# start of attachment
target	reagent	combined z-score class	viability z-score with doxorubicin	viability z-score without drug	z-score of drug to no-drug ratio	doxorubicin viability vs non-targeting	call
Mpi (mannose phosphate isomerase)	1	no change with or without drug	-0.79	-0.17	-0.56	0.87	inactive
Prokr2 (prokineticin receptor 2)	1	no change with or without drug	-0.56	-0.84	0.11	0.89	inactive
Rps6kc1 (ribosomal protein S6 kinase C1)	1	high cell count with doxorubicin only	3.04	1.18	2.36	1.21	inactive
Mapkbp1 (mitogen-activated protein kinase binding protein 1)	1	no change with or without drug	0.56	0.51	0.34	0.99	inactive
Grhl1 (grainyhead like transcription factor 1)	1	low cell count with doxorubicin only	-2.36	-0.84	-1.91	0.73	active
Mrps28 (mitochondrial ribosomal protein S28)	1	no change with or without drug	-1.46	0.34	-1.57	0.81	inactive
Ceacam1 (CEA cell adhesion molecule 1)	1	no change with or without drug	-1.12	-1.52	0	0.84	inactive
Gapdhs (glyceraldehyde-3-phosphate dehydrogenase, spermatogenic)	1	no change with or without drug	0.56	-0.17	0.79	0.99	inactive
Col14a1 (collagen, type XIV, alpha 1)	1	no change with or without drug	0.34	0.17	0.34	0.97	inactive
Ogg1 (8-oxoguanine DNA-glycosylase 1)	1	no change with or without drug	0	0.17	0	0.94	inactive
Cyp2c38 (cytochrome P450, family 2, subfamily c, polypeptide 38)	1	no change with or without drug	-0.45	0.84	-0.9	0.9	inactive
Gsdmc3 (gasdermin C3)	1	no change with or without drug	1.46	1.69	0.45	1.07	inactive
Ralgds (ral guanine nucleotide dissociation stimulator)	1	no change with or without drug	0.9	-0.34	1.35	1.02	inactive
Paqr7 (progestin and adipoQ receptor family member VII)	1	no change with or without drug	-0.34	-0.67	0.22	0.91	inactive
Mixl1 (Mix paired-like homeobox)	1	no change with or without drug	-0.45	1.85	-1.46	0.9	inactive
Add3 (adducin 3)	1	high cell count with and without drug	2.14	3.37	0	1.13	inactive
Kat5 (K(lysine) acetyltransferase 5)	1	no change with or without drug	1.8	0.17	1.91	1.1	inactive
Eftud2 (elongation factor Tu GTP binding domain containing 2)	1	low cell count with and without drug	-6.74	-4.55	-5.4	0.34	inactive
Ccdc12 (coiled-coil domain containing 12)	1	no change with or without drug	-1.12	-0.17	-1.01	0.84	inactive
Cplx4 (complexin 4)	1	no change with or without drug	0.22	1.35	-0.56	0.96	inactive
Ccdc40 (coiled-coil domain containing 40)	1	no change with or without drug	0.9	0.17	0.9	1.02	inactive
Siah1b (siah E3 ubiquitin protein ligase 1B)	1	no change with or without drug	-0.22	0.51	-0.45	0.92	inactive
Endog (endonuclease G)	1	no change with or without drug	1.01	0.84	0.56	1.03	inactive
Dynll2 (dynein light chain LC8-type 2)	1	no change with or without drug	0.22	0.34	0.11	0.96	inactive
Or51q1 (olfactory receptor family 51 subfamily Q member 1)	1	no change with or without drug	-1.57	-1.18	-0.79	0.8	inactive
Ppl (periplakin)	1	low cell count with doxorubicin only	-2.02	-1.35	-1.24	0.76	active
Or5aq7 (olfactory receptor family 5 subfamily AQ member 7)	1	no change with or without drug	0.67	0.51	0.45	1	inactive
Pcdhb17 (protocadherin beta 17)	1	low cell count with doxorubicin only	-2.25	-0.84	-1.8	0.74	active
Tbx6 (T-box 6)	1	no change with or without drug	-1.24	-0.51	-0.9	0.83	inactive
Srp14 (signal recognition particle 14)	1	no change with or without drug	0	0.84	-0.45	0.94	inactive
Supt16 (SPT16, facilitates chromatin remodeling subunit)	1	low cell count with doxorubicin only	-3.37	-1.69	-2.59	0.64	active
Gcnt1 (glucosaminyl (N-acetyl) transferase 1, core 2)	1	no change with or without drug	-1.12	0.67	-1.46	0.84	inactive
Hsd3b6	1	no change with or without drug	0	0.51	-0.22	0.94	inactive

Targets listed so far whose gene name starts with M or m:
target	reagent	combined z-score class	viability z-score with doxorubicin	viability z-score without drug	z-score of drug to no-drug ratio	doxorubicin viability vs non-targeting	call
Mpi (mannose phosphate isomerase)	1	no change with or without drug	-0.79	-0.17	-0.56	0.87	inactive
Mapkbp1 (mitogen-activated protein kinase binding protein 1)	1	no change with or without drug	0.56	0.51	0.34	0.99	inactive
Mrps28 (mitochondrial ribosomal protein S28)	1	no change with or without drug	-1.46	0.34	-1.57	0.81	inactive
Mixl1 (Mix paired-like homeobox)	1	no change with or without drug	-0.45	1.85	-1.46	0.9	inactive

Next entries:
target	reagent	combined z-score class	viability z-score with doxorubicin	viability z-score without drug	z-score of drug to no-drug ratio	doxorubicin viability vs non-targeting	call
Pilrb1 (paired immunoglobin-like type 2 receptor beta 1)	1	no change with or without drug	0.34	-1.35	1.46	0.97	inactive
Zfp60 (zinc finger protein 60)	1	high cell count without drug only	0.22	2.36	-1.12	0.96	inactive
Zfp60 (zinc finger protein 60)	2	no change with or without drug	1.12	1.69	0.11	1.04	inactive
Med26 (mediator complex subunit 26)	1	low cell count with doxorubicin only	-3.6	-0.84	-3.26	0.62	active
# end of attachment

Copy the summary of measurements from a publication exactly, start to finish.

target	reagent	combined z-score class	viability z-score with doxorubicin	viability z-score without drug	z-score of drug to no-drug ratio	doxorubicin viability vs non-targeting	call
Mpi (mannose phosphate isomerase)	1	no change with or without drug	-0.79	-0.17	-0.56	0.87	inactive
Prokr2 (prokineticin receptor 2)	1	no change with or without drug	-0.56	-0.84	0.11	0.89	inactive
Rps6kc1 (ribosomal protein S6 kinase C1)	1	high cell count with doxorubicin only	3.04	1.18	2.36	1.21	inactive
Mapkbp1 (mitogen-activated protein kinase binding protein 1)	1	no change with or without drug	0.56	0.51	0.34	0.99	inactive
Grhl1 (grainyhead like transcription factor 1)	1	low cell count with doxorubicin only	-2.36	-0.84	-1.91	0.73	active
Mrps28 (mitochondrial ribosomal protein S28)	1	no change with or without drug	-1.46	0.34	-1.57	0.81	inactive
Ceacam1 (CEA cell adhesion molecule 1)	1	no change with or without drug	-1.12	-1.52	0	0.84	inactive
Gapdhs (glyceraldehyde-3-phosphate dehydrogenase, spermatogenic)	1	no change with or without drug	0.56	-0.17	0.79	0.99	inactive
Col14a1 (collagen, type XIV, alpha 1)	1	no change with or without drug	0.34	0.17	0.34	0.97	inactive
Ogg1 (8-oxoguanine DNA-glycosylase 1)	1	no change with or without drug	0	0.17	0	0.94	inactive
Cyp2c38 (cytochrome P450, family 2, subfamily c, polypeptide 38)	1	no change with or without drug	-0.45	0.84	-0.9	0.9	inactive
Gsdmc3 (gasdermin C3)	1	no change with or without drug	1.46	1.69	0.45	1.07	inactive
Ralgds (ral guanine nucleotide dissociation stimulator)	1	no change with or without drug	0.9	-0.34	1.35	1.02	inactive
Paqr7 (progestin and adipoQ receptor family member VII)	1	no change with or without drug	-0.34	-0.67	0.22	0.91	inactive
Mixl1 (Mix paired-like homeobox)	1	no change with or without drug	-0.45	1.85	-1.46	0.9	inactive
Add3 (adducin 3)	1	high cell count with and without drug	2.14	3.37	0	1.13	inactive
Kat5 (K(lysine) acetyltransferase 5)	1	no change with or without drug	1.8	0.17	1.91	1.1	inactive
Eftud2 (elongation factor Tu GTP binding domain containing 2)	1	low cell count with and without drug	-6.74	-4.55	-5.4	0.34	inactive
Ccdc12 (coiled-coil domain containing 12)	1	no change with or without drug	-1.12	-0.17	-1.01	0.84	inactive
Cplx4 (complexin 4)	1	no change with or without drug	0.22	1.35	-0.56	0.96	inactive
Ccdc40 (coiled-coil domain containing 40)	1	no change with or without drug	0.9	0.17	0.9	1.02	inactive
Siah1b (siah E3 ubiquitin protein ligase 1B)	1	no change with or without drug	-0.22	0.51	-0.45	0.92	inactive
Endog (endonuclease G)	1	no change with or without drug	1.01	0.84	0.56	1.03	inactive
Dynll2 (dynein light chain LC8-type 2)	1	no change with or without drug	0.22	0.34	0.11	0.96	inactive
Or51q1 (olfactory receptor family 51 subfamily Q member 1)	1	no change with or without drug	-1.57	-1.18	-0.79	0.8	inactive
Ppl (periplakin)	1	low cell count with doxorubicin only	-2.02	-1.35	-1.24	0.76	active
Or5aq7 (olfactory receptor family 5 subfamily AQ member 7)	1	no change with or without drug	0.67	0.51	0.45	1	inactive
Pcdhb17 (protocadherin beta 17)	1	low cell count with doxorubicin only	-2.25	-0.84	-1.8	0.74	active
Tbx6 (T-box 6)	1	no change with or without drug	-1.24	-0.51	-0.9	0.83	inactive
Srp14 (signal recognition particle 14)	1	no change with or without drug	0	0.84	-0.45	0.94	inactive
Supt16 (SPT16, facilitates chromatin remodeling subunit)	1	low cell count with doxorubicin only	-3.37	-1.69	-2.59	0.64	active
Gcnt1 (glucosaminyl (N-acetyl) transferase 1, core 2)	1	no change with or without drug	-1.12	0.67	-1.46	0.84	inactive
Hsd3b6	1	no change with or without drug	0	0.51	-0.22	0.94	inactive

Targets listed so far whose gene name starts with M or m:
target	reagent	combined z-score class	viability z-score with doxorubicin	viability z-score without drug	z-score of drug to no-drug ratio	doxorubicin viability vs non-targeting	call
Mpi (mannose phosphate isomerase)	1	no change with or without drug	-0.79	-0.17	-0.56	0.87	inactive
Mapkbp1 (mitogen-activated protein kinase binding protein 1)	1	no change with or without drug	0.56	0.51	0.34	0.99	inactive
Mrps28 (mitochondrial ribosomal protein S28)	1	no change with or without drug	-1.46	0.34	-1.57	0.81	inactive
Mixl1 (Mix paired-like homeobox)	1	no change with or without drug	-0.45	1.85	-1.46	0.9	inactive

Next entries:
target	reagent	combined z-score class	viability z-score with doxorubicin	viability z-score without drug	z-score of drug to no-drug ratio	doxorubicin viability vs non-targeting	call
Pilrb1 (paired immunoglobin-like type 2 receptor beta 1)	1	no change with or without drug	0.34	-1.35	1.46	0.97	inactive
Zfp60 (zinc finger protein 60)	1	high cell count without drug only	0.22	2.36	-1.12	0.96	inactive
Zfp60 (zinc finger protein 60)	2	no change with or without drug	1.12	1.69	0.11	1.04	inactive
Med26 (mediator complex subunit 26)	1	low cell count with doxorubicin only	-3.6	-0.84	-3.26	0.62	active